Monday, May 16, 2011

Want Your Bad Romance

Q: What do my hypothetical future wedding, Lady Gaga, and my upcoming project "Otto and Ludmilla" have in common?

A: Each possesses a certain bemused sense of tragedy. They also have this in common: "Bad Romance" could be their theme song.

Okay maybe weddings and Lady Gaga aren't necessarily
tragic. And, by the by, I don't sit around thinking about my hypothetical future wedding all THAT often. Some of my roommates do, though, especially after watching chick flicks and bemoaning the lack of real-life eligible young men. (Note: I don't really share the view. The world abounds with interesting peeps, I think the trick is being interested in what exists instead of what is imagined. One of my roommates quipped - "I just want a man that looks like James Marsden, sings like Elvis, and has a heart like Jesus. Is that too much to ask!!!?"...I mean...probably? But dream big.)

Yes roommates, I majorly just called you guys out and revealed the shameful wedding obsession secret, mwahaha! But affectionate teasing aside, I confess that once in a while I find myself following suit. And when I do, in my imaginings of my hypothetical future wedding, "Bad Romance" is my wedding march because I am a classy lady. When the fancy strikes me, I like to picture myself helicopter-dropped James Bond/commando style at the alter to the blaring crescendo of Lady Gaga's uplifting ditty (dancing monsters and all):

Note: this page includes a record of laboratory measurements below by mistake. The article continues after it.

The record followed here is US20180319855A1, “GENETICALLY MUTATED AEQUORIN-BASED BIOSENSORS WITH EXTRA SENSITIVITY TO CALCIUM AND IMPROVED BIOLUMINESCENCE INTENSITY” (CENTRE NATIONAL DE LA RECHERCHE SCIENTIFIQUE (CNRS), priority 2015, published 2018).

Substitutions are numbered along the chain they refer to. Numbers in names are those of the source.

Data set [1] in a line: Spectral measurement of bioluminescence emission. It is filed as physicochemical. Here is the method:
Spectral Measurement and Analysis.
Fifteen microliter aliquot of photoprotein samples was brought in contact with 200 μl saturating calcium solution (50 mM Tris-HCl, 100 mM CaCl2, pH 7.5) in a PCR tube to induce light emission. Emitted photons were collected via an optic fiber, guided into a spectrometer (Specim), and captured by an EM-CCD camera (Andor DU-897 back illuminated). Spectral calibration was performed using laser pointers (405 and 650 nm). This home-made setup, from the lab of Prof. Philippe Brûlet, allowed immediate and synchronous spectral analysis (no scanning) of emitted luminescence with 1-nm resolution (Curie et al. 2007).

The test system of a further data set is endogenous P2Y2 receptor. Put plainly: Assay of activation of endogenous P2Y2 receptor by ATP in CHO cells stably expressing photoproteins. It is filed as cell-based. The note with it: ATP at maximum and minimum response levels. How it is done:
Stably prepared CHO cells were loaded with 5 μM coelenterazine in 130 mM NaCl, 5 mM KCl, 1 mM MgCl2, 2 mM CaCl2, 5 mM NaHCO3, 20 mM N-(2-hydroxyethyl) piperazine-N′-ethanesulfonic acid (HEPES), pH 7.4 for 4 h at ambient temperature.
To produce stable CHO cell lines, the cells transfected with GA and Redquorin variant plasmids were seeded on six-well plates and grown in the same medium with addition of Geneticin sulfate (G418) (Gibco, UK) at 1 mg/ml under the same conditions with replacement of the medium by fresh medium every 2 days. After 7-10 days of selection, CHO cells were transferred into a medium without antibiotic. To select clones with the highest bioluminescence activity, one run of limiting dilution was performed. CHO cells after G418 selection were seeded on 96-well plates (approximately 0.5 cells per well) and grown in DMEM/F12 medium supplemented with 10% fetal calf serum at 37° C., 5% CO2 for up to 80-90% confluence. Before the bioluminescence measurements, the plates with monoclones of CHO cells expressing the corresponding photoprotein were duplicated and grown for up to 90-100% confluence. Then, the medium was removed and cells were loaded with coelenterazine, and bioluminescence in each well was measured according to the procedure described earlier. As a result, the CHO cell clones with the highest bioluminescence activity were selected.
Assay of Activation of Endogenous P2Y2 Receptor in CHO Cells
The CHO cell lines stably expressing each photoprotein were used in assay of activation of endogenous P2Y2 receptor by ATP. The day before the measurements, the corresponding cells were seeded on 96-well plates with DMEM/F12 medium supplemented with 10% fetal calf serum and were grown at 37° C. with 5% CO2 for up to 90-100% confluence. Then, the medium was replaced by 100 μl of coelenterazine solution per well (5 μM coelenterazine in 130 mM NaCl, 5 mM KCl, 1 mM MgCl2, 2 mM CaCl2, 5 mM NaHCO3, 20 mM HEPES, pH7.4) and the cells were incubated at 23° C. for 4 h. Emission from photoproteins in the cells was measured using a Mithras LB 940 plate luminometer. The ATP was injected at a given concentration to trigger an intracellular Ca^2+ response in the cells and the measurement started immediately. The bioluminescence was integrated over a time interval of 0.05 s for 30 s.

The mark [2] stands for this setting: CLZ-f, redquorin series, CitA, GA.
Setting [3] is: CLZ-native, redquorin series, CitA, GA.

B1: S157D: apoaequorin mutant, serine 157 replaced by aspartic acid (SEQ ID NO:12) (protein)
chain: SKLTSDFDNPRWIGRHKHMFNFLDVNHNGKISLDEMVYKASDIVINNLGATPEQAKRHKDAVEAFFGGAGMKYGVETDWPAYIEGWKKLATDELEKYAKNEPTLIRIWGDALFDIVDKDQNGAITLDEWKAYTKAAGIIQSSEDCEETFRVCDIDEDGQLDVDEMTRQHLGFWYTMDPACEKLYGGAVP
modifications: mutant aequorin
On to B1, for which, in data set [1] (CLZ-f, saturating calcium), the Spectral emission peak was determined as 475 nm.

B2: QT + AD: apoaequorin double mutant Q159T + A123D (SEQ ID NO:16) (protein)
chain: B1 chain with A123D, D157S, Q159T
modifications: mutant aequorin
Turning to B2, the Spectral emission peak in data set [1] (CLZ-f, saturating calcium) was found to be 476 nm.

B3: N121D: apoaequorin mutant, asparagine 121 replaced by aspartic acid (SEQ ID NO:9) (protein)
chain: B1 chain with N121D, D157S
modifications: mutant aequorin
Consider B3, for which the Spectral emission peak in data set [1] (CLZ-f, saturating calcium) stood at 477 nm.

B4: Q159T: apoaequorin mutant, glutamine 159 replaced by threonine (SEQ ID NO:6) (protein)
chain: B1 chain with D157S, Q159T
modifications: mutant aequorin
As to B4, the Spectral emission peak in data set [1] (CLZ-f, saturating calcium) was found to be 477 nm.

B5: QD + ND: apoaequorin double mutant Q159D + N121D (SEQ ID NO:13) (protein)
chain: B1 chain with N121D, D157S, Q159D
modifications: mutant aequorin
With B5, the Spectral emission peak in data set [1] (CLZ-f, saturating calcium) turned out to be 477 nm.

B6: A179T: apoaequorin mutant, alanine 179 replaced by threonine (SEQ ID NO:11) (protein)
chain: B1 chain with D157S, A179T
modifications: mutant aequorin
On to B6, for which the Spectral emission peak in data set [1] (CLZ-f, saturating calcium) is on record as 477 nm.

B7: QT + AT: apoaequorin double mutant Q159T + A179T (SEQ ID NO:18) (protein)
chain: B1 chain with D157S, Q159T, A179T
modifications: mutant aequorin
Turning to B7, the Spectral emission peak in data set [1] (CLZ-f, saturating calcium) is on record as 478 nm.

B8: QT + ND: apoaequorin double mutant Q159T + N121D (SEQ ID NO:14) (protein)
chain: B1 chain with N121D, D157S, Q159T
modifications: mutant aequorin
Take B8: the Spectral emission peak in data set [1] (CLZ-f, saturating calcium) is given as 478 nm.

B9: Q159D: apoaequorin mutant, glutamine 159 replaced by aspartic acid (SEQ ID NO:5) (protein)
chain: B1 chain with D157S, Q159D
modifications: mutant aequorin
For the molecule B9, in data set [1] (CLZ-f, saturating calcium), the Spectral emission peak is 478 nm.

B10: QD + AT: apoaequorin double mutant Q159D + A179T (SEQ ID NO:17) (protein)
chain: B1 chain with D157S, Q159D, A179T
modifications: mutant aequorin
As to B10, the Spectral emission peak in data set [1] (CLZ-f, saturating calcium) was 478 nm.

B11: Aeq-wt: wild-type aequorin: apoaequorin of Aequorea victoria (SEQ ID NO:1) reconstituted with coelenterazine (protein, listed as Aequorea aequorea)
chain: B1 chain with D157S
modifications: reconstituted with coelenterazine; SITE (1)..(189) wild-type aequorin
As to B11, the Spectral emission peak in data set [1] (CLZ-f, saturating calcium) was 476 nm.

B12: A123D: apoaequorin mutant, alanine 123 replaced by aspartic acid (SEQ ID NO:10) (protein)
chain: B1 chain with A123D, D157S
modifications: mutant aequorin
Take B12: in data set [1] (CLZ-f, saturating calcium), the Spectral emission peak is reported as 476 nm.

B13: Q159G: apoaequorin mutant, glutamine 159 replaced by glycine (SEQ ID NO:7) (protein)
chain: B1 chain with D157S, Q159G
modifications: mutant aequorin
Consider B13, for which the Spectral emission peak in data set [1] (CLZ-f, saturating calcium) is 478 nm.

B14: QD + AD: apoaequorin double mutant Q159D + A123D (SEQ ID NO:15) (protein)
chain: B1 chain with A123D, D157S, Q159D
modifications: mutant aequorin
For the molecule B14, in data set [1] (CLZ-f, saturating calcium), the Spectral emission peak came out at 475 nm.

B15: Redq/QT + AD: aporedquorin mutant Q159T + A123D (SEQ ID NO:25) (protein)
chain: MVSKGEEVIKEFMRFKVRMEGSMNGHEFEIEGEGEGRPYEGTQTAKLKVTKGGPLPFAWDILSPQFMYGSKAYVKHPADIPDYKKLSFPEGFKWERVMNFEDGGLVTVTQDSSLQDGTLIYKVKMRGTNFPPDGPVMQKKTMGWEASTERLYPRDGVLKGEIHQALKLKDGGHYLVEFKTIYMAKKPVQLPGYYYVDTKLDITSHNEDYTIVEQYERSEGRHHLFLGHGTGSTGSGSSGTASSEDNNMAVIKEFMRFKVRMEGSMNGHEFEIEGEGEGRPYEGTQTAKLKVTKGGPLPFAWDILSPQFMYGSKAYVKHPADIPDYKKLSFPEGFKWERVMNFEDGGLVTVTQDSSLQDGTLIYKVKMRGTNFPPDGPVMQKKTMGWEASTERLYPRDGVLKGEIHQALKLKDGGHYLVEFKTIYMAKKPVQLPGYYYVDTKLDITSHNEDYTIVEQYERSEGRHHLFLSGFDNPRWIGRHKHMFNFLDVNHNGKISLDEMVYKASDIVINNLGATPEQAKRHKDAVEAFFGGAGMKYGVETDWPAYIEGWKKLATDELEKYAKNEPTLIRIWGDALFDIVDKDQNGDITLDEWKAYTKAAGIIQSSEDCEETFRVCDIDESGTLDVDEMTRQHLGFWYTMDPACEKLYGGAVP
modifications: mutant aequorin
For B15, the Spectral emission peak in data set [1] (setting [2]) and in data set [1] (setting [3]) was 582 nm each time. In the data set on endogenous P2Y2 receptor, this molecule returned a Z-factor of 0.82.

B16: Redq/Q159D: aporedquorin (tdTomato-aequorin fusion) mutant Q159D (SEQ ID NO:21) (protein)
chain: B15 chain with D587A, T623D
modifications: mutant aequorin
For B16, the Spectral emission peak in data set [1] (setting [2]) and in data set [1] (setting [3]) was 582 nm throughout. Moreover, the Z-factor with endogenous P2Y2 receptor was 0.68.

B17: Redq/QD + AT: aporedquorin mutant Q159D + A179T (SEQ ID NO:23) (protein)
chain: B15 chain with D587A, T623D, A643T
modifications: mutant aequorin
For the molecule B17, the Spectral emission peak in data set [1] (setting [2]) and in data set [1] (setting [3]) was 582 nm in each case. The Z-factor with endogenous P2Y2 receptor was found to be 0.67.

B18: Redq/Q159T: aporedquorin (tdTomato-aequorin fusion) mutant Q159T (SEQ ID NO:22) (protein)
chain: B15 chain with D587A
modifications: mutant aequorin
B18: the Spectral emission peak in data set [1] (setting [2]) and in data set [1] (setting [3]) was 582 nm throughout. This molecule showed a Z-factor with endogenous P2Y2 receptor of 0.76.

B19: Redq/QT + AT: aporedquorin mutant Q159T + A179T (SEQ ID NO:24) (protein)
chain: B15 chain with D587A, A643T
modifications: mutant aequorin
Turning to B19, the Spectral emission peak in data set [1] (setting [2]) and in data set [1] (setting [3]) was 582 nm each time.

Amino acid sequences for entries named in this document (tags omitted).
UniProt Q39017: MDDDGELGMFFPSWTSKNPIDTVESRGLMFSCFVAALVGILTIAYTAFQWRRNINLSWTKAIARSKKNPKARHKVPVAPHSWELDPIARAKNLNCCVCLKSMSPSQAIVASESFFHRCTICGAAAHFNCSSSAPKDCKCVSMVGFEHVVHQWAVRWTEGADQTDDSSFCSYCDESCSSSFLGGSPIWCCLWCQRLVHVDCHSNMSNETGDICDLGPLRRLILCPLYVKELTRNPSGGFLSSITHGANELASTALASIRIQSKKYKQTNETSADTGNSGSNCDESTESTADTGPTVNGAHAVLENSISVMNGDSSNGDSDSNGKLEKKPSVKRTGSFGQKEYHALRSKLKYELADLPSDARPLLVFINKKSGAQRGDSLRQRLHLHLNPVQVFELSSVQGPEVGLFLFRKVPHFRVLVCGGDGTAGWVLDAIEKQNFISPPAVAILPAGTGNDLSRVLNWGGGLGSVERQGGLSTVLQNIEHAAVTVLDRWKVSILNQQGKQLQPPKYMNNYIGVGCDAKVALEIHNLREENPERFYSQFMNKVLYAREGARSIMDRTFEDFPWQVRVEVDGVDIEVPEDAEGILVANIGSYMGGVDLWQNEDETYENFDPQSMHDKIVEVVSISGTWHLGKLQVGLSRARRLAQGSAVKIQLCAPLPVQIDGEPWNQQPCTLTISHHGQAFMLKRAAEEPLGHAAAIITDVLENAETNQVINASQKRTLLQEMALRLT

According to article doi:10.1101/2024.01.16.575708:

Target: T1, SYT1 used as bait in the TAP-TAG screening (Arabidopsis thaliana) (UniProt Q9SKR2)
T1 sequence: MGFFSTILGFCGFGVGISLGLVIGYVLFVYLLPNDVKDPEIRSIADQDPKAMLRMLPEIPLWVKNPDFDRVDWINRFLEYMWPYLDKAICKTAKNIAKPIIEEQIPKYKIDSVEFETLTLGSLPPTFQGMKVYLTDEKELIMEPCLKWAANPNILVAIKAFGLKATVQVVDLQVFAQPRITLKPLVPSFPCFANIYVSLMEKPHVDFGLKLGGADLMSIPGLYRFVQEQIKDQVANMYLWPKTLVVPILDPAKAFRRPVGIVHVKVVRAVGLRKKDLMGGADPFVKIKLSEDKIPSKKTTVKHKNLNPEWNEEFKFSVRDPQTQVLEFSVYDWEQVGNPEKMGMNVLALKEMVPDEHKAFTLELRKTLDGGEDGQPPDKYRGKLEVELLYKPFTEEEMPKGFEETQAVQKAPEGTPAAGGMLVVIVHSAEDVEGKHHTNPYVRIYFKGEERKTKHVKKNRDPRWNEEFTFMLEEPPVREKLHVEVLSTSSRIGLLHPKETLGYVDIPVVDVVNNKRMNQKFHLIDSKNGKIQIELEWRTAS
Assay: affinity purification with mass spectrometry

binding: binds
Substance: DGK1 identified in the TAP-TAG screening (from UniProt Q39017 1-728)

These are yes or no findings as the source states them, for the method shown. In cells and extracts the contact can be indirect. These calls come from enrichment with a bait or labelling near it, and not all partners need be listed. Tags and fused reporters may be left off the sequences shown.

No dancing monsters, no wedding.

My character Ludmilla in the upcoming web project "Otto and Ludmilla" by filmmaker John C. Williams of Awareness Films, Inc. and Reel Works certainly knows what Lady Gaga sings so eloquently about. (Okay, perhaps eloquently is the wrong word...bluntly?) Along with her fellow title character, Ludmilla is perpetually sucked into an intense, endless, indefinable romance that spans years and troubles, like a cosmic whirlpool of emotional ambiguity, uncertainty, and passion. Like an addiction. Like a wound. Like a virgin. Like all the metaphors ever used for romance. And like Romeo and Juliet, Bonnie and Clyde, or Lars and the Real Girl, Otto and Ludmilla can't seem to find their footing together in a complicated world. Otto and Ludmilla have a bad romance, in full blooming glory.

John C. Williams explains that it's a story that explores how all relationships effect us, but not all necessarily lead to growth - what leads to growth is our choices. It's powerful, poetic stuff and I am really excited to sink my teeth into it.

Let's be real: wouldn't you rather have a bad romance than a happy ending? Doesn't it hurt so good? Isn't the excitement, the suspense, the pain, the ecstasy, the agony, the adventure, risk and rawness EPIC? Yes,
yes and OMG YES. At least I would. (Attention all New Yorkers: you know you agree with me, deep, deep down inside, yes?)

We all want a little more bite, a little less bark.

PS I am Heathcliff.

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